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Meatball Memories

February 23, 2012

Some of you know him. His name is Meatball. He is a cat.

I first got to know Meatball in the summer of  ’05 — younger days for both of us, more so for him. I was moving into a house, he was moving out. There wasn’t a lot of time, but we got to hang a bit. Each took the measure of the other and, I would like to think, decided “Okay, you’re cool.” Meatball went on to Graves Street. A year later, I followed and became his downstairs neighbor. We have both been on the street ever since, despite a misguided attempt to move him to a new home a few blocks away. Meatball would have none of that and ultimately his will prevailed.

But now it looks like he is really going. Meatball will prowl Graves Street no longer.

What can you say about a cat? I am just a human being. I know nothing of the mysteries of felinity.  Cats are aliens in our midst that do us the favor of accepting our food and, occasionally, our affection. They fascinate us, they bewilder us, sometimes they puke all over our stuff. Meatball embodies the mysteries of his race. You might say “He is a brave cat” or “He is a handsome cat,” “A dignified cat” or “An elegant cat.” All true, but not enough.

In the spirit of Marlene Dietrich in Touch of Evil I just want to say “He was some kind of a cat.” Except that should be in the present tense, because Meatball is not dead.

Two anecdotes of Meatball.

Last summer I was sitting on my porch in late afternoon, reading a book and enjoying the day’s grace, when I saw that a baby bird had fallen to the ground. It belonged to a pair of jays nesting in one of the trees in the front yard. The baby hopped around on the unfamiliar ground, chirping, while its parents flew about around it, occasionally hopping down beside, crying out in love and terror. It was pitiful sight. That child was a goner. The yard was patrolled by a multitude of cats. And soon enough one appeared. I did a little half-hearted shooing –what was the point? — but the cat continued to prowl. It came close, but it never did find that baby bird, and eventually I ran it off. Some time later, maybe about an hour after the whole drama began, I saw a sudden steak of movement come from across the road to directly where the little bird sat. It was Meatball, like a lion on the veldt. He was merciful, he didn’t play with his victim, he just chomped. He haughtily ignored the flutter and cry of the panicked, grief-stricken parents and slinked off, his victim in his jaws.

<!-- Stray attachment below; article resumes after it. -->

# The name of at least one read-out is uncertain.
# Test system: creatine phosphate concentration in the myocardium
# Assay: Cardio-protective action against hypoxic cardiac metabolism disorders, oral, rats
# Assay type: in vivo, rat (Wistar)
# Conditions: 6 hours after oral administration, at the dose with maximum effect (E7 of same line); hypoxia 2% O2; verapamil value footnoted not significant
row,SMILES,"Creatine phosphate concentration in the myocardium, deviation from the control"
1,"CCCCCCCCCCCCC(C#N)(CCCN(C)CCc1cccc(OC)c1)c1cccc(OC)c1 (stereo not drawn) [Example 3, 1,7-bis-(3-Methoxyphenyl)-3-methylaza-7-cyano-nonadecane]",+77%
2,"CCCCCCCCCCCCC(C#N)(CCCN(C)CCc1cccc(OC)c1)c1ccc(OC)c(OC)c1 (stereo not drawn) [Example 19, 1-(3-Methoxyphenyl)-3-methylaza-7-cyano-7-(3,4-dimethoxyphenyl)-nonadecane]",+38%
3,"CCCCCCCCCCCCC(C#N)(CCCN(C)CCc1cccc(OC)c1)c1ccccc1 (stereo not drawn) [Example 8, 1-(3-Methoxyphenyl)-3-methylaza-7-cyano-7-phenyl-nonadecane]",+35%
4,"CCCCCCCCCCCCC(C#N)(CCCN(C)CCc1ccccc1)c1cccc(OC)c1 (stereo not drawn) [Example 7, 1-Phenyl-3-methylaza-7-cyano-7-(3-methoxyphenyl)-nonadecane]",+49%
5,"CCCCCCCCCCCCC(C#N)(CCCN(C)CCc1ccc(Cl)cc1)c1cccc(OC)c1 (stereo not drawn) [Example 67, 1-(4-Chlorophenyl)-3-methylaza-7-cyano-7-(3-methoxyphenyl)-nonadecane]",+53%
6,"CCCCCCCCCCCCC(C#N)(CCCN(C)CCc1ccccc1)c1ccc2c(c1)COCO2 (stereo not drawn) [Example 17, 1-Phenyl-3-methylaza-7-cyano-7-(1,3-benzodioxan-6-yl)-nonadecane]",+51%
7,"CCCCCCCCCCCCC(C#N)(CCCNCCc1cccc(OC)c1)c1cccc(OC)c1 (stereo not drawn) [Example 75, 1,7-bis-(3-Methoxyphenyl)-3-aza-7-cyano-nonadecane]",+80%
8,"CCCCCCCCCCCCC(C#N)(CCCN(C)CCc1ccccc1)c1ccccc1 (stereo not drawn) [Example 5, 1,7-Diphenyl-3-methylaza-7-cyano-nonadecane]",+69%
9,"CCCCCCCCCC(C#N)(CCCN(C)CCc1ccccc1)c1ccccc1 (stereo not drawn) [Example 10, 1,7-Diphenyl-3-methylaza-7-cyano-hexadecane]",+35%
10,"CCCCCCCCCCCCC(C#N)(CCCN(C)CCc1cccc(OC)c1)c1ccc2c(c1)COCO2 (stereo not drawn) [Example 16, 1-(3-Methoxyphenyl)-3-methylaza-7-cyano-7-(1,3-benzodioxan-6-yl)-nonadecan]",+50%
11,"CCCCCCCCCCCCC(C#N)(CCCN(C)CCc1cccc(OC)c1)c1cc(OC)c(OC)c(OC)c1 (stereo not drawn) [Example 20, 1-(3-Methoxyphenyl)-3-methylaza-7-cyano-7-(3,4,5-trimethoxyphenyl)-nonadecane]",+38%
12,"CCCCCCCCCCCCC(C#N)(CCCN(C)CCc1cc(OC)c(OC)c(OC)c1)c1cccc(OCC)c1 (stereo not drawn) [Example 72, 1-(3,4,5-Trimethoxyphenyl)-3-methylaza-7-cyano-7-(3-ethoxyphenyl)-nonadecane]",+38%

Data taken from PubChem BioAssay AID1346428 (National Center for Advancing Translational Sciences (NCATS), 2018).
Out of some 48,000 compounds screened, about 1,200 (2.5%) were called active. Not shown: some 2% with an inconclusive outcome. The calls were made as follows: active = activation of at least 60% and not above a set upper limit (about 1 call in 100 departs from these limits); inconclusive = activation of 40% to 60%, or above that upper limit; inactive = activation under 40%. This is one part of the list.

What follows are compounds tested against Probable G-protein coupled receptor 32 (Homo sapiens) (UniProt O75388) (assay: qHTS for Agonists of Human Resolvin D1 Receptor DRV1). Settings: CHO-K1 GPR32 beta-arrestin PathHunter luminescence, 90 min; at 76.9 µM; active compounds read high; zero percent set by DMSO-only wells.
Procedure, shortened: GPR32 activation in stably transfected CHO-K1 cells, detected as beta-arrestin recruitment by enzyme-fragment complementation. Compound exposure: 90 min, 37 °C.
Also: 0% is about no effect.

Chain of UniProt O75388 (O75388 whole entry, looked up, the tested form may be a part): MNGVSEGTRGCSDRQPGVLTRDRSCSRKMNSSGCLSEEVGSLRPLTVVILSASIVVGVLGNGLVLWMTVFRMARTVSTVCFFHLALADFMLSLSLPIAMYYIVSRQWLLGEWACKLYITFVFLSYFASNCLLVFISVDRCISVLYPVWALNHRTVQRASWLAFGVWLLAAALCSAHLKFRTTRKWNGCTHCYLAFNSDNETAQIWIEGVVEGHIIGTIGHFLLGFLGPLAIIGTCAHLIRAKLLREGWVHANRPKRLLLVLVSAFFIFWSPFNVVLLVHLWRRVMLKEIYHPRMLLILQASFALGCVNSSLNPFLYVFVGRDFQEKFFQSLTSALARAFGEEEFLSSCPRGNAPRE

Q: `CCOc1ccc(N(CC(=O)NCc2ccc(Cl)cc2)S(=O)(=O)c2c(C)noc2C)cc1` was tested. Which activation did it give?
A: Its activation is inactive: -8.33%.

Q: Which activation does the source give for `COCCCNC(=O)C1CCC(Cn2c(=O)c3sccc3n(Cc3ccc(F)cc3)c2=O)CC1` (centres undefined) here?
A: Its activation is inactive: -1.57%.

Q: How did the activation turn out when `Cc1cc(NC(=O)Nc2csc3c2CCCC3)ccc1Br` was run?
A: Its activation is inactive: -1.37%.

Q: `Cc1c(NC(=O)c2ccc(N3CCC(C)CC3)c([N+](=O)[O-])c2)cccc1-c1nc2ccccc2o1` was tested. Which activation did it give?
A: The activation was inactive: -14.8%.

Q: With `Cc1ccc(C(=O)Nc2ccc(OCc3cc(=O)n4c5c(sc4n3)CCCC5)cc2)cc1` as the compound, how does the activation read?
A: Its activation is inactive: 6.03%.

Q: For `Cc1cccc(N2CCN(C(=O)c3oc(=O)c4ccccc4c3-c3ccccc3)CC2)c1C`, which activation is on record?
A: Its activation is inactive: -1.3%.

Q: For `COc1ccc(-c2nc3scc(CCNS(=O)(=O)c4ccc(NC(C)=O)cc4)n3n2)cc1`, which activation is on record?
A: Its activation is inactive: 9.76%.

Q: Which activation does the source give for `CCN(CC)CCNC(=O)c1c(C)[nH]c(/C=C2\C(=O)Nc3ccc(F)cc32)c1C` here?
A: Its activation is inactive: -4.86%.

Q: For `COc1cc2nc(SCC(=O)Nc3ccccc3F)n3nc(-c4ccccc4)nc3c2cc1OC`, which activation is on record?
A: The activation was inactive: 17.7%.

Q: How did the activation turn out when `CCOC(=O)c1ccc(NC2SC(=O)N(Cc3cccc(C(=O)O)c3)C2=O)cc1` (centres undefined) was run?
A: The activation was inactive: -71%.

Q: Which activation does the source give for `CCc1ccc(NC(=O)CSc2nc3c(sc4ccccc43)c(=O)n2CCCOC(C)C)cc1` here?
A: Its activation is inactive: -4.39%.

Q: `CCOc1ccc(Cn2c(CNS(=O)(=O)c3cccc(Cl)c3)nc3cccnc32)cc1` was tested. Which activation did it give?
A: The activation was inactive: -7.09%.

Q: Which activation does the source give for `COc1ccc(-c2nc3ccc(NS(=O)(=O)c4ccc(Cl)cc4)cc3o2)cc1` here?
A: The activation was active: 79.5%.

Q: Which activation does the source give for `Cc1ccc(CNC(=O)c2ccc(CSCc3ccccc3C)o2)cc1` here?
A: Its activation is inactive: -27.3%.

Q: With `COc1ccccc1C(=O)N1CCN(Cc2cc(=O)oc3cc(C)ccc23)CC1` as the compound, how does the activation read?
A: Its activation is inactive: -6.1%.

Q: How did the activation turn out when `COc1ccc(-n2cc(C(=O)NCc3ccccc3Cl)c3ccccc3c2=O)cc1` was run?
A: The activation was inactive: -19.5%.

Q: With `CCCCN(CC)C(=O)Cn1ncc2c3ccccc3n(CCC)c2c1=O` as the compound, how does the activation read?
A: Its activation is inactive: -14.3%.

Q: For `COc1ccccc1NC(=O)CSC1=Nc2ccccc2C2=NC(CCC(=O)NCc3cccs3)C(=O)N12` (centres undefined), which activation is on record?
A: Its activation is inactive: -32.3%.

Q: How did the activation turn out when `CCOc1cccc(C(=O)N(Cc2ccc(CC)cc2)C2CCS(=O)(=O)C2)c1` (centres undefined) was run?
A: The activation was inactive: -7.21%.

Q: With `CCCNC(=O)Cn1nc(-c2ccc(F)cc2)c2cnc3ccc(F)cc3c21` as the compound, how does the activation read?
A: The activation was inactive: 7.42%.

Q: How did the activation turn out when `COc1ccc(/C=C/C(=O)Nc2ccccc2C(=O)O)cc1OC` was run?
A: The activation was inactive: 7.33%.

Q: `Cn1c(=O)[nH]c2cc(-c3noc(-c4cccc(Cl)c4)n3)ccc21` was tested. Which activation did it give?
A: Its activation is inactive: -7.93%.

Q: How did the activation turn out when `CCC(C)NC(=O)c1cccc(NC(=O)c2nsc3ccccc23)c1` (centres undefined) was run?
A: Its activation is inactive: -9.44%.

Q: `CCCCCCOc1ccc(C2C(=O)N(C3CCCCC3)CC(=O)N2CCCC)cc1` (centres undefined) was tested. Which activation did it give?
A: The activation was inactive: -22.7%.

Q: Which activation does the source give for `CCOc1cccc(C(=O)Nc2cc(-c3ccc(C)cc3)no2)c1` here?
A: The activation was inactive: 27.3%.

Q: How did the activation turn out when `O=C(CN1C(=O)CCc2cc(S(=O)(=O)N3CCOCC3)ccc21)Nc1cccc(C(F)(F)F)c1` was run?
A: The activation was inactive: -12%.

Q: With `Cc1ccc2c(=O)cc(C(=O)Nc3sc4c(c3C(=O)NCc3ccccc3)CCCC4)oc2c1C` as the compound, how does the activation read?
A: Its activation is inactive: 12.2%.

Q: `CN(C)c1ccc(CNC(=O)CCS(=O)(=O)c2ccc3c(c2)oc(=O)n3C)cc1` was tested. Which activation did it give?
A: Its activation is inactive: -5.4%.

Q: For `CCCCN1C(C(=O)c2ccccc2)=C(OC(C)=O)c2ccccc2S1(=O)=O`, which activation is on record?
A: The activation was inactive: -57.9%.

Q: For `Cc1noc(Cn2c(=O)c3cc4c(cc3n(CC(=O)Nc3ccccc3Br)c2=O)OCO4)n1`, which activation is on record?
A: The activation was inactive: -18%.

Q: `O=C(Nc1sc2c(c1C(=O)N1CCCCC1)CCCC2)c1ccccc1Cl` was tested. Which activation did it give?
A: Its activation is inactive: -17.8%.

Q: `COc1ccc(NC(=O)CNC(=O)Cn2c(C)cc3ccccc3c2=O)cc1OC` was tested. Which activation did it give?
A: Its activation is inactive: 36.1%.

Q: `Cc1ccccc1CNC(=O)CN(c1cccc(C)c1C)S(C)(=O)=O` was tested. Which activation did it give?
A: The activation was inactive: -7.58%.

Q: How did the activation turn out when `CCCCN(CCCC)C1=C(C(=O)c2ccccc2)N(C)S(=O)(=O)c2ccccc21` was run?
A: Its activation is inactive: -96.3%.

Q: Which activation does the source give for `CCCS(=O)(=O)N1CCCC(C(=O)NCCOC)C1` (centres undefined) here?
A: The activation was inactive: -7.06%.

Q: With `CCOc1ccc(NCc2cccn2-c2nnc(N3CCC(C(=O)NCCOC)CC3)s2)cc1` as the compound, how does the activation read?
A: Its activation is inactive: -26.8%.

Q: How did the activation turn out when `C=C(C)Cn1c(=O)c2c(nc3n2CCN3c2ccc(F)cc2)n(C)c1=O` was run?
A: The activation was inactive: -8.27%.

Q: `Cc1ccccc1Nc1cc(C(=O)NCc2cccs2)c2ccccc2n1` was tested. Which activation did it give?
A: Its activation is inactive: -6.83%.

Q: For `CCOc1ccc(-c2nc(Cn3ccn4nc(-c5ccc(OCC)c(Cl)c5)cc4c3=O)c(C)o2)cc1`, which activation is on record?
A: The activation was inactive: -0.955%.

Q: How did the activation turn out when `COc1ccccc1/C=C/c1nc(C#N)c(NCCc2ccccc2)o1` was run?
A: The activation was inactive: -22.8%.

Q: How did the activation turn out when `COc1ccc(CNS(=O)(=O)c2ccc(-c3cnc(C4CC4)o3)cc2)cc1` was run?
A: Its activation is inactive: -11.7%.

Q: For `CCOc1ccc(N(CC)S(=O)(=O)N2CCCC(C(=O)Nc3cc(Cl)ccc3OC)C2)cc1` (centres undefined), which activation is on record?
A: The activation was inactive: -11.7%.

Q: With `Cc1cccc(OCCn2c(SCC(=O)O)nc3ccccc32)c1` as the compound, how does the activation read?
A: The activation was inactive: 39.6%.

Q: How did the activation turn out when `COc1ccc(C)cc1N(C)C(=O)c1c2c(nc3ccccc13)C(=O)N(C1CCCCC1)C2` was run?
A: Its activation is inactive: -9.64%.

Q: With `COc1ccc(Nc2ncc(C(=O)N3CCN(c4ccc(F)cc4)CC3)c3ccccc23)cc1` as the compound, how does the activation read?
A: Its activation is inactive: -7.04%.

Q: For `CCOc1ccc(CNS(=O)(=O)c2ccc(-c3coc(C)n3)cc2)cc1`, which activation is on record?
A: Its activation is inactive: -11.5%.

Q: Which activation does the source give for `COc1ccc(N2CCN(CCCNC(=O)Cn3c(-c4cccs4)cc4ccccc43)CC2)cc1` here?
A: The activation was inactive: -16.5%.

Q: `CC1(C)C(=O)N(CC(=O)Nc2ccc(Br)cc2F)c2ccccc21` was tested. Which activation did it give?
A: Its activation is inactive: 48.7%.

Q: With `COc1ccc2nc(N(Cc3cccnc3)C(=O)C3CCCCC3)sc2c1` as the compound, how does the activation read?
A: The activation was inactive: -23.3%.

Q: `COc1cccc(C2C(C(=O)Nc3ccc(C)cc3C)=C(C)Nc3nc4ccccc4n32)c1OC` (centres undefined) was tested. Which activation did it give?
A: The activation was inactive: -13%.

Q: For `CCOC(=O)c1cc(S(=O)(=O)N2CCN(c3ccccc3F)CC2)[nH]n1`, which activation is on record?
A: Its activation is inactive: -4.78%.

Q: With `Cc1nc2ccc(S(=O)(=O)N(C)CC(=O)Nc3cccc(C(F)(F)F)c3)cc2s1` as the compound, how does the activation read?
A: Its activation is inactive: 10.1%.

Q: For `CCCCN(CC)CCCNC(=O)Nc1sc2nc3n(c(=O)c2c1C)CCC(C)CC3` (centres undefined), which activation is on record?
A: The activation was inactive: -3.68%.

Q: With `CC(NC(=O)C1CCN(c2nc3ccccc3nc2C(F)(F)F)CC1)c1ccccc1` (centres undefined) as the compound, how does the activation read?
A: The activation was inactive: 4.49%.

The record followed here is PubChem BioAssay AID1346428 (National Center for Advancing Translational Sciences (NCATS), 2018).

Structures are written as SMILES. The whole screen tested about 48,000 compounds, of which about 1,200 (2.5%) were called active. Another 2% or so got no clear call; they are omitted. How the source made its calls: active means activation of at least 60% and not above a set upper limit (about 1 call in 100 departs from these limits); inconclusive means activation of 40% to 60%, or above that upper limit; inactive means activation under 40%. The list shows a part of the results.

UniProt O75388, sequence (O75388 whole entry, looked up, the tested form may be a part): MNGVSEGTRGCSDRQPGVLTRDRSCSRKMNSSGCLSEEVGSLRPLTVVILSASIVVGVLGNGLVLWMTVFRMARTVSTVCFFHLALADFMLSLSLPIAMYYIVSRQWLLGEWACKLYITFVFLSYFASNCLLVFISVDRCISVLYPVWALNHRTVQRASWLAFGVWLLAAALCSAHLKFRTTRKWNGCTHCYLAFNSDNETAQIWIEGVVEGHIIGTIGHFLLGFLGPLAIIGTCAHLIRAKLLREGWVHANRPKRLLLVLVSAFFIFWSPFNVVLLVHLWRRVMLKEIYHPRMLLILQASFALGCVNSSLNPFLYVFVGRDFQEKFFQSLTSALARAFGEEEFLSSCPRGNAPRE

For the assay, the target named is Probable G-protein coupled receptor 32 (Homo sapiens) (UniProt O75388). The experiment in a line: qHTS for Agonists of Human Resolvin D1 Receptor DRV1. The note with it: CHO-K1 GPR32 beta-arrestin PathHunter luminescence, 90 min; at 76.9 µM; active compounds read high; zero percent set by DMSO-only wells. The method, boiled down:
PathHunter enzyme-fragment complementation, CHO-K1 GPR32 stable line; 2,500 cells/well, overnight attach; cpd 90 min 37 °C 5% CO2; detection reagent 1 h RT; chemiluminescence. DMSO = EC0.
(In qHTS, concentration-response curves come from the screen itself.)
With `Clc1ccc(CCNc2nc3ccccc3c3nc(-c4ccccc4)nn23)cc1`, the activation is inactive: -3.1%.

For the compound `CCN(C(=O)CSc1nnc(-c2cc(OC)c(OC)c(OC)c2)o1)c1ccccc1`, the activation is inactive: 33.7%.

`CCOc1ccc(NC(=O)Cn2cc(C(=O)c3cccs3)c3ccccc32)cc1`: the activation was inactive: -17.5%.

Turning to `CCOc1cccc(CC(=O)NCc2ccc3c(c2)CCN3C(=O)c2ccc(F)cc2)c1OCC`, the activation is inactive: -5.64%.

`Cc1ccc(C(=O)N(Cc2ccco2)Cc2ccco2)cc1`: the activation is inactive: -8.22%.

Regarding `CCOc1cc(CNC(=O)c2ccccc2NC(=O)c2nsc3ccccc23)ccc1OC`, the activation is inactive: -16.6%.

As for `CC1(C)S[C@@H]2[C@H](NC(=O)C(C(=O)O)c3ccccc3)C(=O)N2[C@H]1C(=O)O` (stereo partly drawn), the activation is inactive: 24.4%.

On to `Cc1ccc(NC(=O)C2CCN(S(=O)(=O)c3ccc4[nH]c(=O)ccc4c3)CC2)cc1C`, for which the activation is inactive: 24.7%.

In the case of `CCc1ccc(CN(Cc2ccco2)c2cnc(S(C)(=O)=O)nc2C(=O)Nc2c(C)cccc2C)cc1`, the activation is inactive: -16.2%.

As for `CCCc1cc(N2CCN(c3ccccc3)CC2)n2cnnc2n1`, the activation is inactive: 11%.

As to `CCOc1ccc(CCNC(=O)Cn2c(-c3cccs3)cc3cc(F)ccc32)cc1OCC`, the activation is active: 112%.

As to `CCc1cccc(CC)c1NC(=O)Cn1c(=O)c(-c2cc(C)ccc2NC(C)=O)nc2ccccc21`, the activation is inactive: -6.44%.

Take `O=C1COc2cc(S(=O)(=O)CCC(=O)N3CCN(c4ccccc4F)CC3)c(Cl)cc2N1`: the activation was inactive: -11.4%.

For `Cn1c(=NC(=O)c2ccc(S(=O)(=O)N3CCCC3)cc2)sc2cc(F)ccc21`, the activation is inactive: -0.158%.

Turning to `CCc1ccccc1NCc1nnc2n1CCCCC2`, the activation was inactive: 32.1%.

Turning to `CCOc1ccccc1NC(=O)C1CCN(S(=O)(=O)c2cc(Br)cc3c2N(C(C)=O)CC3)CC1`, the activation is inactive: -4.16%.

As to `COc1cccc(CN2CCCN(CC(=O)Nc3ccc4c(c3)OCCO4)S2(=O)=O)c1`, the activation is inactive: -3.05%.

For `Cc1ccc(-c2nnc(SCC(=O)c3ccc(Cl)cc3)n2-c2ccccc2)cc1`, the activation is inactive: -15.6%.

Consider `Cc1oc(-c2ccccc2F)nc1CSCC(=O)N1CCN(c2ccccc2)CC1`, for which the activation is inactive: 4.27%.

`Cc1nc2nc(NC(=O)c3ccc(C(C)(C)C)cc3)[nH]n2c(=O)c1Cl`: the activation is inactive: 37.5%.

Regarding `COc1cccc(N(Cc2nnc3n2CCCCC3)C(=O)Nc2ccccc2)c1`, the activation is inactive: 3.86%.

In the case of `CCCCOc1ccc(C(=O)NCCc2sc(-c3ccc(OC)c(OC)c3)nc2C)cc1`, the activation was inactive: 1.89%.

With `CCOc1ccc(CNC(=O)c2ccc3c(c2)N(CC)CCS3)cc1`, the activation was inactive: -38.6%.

Meatball likes to kill things: insects, rodents, birds, reptiles, amphibians. Whatever. He’d kill you if you shrank to a small enough size. He is a predator. That other cat was just a pussy.

But my second story shows a different side of Meatball.

Some years ago I came home late one night, distraught. I do not know for what reason. There is always reason. All I know is that grief and despair took hold of me that night, and covered me under their inky shroud. So it was as I walked into my bedroom and there, to my complete surprise, was Meatball lying on my bed. Meatball lived upstairs; as a matter of policy and practice he never came into the downstairs apartment. How had he gotten in? A glance at the open window showed me: the screen, only loosely propped into place, had come out, and it was just a simple leap from the ground to the inside.

I could have found something better in my bed: a beautiful woman, a pile of money, or a plate of fresh sushi and a bottle of good whiskey would have done. But I was happy to just have Meatball there. When I needed a friend he turned up, as if he somehow knew. Yes, we cuddled. I stroked him and he purred, I spoke to him and he purred. After awhile I threw him outside. I felt  better. The darkness had been lifted, thanks to Meatball. I will never forget that.

Friday night there will be a going-away party for Meatball and his butler Mops. If you have known this cat, have loved this cat, have cherished and obeyed this cat, do show up and pay your respects.

From → Meatball

One Comment
  1. I’m told that Meatball is not actually being taken to Richmond (quoth Restivo: “Parisi, you are a deadbeat cat-dad!” and thus a new home is currently being sought for him, preferably on Graves. I may be allergic to him, but it would be sad not to have him around.

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